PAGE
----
“I think that [the project] is informed by the belief that a lot of the issues that keep bringing us back as the youth, particularly from the townships, is the idea of embracing the township so much and keeping ourselves in the townships so much that we close ourselves to the opportunities of seeing or understanding the world at large. For example, I feel like the ghettos all over the world are the same. In South Africa we tend to separate ourselves from the world, or imagine that we’re not similar to other parts of the world. It’s only when you open up to that that you realise that we are fighting the same battles as the guy in Manhattan.”
It is perhaps this idea that I felt was most impactful at the exhibition. The images are lively and haunting, depicting both freedom, in the form of people such as lesbians and transgendered people owning and embracing their identity publicly, and a sense of dystopia, reflected in images of reckless, drunken partying. Looking at these images, it’s no wonder they call us the Lost Generation so often. In the same breath, we are reminded about the context that breeds a generation that is seemingly lost. We are reminded about a lack of facilities for recreational activities and the high levels of unemployment in the townships as well as how materialism and consumerism has glorified flashy lifestyles. We are also reminded of how these circumstance extend beyond the confines of townships in South Africa and across racial and social lines.
“It’s my life. I’m documenting it. I’m expressing it. I’m exploring it. I’m not interested in making photographs that are beautiful.”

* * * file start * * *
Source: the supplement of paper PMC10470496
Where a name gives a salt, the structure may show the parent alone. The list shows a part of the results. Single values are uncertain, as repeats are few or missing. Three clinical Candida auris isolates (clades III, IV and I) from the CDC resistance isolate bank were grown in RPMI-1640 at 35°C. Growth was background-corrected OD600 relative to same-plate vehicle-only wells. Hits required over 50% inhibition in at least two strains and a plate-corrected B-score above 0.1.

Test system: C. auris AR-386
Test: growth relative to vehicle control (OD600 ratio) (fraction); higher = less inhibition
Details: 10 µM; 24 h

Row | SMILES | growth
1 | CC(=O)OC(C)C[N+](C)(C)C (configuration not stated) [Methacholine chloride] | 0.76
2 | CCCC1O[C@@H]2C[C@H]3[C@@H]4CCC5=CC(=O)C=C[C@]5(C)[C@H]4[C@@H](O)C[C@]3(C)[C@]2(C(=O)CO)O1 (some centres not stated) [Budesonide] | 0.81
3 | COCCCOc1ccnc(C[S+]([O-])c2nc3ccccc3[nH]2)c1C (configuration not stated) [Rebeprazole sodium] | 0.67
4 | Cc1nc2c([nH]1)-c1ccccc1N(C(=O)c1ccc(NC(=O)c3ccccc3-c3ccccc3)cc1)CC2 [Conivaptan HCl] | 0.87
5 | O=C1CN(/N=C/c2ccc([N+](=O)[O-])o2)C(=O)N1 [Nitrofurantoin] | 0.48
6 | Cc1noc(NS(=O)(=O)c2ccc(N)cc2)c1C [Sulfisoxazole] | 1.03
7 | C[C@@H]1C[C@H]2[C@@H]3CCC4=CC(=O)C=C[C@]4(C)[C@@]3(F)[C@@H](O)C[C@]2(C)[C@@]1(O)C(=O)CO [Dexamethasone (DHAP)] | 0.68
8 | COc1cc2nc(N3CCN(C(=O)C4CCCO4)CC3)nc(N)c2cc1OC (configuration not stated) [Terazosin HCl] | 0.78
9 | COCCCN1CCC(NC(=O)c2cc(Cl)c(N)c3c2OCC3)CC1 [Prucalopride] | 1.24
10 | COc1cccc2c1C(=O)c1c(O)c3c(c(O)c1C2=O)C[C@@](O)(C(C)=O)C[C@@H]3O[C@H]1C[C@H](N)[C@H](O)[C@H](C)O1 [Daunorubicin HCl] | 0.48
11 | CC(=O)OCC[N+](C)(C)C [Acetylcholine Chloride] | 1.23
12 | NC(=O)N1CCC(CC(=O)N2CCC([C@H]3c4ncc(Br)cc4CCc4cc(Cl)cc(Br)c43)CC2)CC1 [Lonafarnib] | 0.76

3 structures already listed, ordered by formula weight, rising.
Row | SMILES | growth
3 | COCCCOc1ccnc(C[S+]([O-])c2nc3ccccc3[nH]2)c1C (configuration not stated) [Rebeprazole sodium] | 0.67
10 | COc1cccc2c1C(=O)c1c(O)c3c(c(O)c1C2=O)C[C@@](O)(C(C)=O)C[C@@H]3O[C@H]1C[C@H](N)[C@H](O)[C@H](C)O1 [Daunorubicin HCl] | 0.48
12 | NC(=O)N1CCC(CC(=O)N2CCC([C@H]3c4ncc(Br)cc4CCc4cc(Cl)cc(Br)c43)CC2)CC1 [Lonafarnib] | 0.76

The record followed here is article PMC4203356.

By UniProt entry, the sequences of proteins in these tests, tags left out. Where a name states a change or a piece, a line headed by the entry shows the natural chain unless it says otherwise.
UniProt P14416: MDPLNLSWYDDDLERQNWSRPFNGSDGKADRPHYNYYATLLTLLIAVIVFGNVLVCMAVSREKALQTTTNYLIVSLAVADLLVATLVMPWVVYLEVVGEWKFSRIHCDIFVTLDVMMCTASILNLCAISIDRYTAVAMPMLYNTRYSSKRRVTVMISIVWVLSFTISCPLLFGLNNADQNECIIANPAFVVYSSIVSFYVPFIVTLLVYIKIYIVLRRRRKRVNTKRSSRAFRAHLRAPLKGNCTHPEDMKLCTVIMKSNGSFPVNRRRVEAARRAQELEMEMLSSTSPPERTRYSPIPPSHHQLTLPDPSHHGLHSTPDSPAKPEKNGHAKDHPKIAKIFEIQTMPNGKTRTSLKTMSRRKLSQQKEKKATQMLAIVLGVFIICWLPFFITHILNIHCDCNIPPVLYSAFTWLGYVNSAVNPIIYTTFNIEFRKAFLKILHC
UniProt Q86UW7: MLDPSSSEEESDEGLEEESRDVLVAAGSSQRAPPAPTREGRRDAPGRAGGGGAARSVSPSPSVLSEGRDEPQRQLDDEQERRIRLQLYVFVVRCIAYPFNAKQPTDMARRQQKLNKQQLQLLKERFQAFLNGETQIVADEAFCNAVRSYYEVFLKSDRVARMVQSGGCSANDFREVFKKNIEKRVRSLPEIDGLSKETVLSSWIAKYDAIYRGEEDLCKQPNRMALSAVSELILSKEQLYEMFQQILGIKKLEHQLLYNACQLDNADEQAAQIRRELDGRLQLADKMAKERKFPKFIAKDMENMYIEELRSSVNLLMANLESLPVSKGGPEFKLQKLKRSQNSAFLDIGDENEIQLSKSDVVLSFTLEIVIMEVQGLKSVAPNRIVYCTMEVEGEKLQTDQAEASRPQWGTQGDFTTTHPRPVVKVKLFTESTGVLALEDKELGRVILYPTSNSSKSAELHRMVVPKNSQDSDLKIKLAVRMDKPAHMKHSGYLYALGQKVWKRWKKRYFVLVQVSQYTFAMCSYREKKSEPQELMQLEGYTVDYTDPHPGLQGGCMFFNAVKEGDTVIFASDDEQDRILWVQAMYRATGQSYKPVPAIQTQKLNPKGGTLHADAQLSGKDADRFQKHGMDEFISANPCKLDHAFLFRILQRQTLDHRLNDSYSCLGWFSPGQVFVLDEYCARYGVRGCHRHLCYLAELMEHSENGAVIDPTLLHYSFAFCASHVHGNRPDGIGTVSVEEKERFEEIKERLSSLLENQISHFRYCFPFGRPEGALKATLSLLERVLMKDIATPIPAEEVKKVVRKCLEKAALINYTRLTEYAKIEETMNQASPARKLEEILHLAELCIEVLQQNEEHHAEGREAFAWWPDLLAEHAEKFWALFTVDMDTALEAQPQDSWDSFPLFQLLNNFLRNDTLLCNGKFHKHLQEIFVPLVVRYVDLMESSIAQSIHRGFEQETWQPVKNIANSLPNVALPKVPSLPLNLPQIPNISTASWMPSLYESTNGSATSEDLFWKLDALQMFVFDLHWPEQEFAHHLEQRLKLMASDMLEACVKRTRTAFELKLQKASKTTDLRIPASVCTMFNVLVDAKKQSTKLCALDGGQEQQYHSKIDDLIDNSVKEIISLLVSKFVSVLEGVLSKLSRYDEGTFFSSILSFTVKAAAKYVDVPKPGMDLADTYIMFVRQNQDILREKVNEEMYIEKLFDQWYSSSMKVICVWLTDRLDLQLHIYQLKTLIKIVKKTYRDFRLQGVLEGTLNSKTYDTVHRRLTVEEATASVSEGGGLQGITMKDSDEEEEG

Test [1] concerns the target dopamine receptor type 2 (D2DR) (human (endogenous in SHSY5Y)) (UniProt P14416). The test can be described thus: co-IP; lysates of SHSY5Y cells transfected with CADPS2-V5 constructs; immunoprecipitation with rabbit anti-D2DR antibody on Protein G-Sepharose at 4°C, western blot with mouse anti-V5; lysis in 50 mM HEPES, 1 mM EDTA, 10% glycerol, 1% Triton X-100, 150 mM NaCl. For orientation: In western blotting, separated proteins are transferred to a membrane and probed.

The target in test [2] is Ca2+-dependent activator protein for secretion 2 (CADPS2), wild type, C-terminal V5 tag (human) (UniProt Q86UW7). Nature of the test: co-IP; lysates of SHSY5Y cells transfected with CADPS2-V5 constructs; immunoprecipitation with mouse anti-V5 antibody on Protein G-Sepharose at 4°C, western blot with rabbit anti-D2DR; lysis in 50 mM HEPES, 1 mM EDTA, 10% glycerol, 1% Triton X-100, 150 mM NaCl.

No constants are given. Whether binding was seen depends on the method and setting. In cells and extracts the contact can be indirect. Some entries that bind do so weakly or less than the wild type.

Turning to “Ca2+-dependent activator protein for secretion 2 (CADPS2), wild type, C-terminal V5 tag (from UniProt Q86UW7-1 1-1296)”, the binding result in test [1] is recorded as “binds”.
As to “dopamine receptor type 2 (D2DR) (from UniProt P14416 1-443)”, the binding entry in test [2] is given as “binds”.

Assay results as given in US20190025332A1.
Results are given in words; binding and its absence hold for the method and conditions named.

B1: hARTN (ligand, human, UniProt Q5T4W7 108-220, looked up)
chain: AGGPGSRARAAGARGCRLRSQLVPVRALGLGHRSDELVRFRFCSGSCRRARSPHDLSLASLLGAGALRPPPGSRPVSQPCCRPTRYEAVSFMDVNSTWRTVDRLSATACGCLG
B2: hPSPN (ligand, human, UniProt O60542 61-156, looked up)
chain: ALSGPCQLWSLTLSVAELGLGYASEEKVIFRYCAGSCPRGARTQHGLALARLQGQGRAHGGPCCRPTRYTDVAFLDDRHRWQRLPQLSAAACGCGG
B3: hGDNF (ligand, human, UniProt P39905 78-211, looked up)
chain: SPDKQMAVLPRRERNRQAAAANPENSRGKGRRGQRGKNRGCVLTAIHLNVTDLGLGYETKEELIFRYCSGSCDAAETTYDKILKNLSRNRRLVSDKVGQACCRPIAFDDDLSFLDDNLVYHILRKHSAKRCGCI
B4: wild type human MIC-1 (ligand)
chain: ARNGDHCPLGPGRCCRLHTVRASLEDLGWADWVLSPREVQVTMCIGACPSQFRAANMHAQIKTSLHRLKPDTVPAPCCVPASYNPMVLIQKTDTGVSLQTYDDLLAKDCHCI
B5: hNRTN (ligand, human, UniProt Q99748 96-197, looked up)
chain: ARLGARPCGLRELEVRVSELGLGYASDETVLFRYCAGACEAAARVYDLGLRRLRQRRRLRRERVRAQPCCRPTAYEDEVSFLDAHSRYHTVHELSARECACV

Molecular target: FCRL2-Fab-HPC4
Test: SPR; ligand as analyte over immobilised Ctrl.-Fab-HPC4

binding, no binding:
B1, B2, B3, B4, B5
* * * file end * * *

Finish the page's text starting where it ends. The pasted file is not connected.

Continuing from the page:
Nxumalo’s documentary approach is influenced by photographers such as Santu Mofokeng and Ernest Cole who blur the line between researcher or documenter and participant. Telling the story remains a central theme in their works that reflect where they come from, where they are and the issues that affect them. These influences are evident in Nxumalo’s work and reflects his understanding of his role as photographer as someone that should reflect reality and engage in social commentary and activism. In doing so, he aims to help people understand situations better and change perspectives.
“I make the practice, the photographs my own, not just another guy in Africa with a camera, identifying as a photojournalist or artist, making beautiful work or making incredible exposures.”
For Nxumalo, with the growing accessibility of practice of photography through technology, everyone is practically a photographer. To be honest, the images presented as part of the exhibition tell a story that many of us have heard many times before, but it is the intimacy of each photograph, each quote, each video clip that makes the story a unique representation of a broader narrative which goes beyond the immediate subject matter. “In Search Of..” not only holds up a mirror to society in a thought-provoking manner but also comments on the contextual complexity of culture and identity in South Africa today.
The exhibition provides a selection of visuals from Nxumalo’s forthcoming book, “In Search Of…”, which has been nominated for the First Book Award. “In Search Of…” will be running until 31 May at the Goethe Institut, 119 Jan Smuts Avenue, Parkwood.
Words by @ThatGirlFati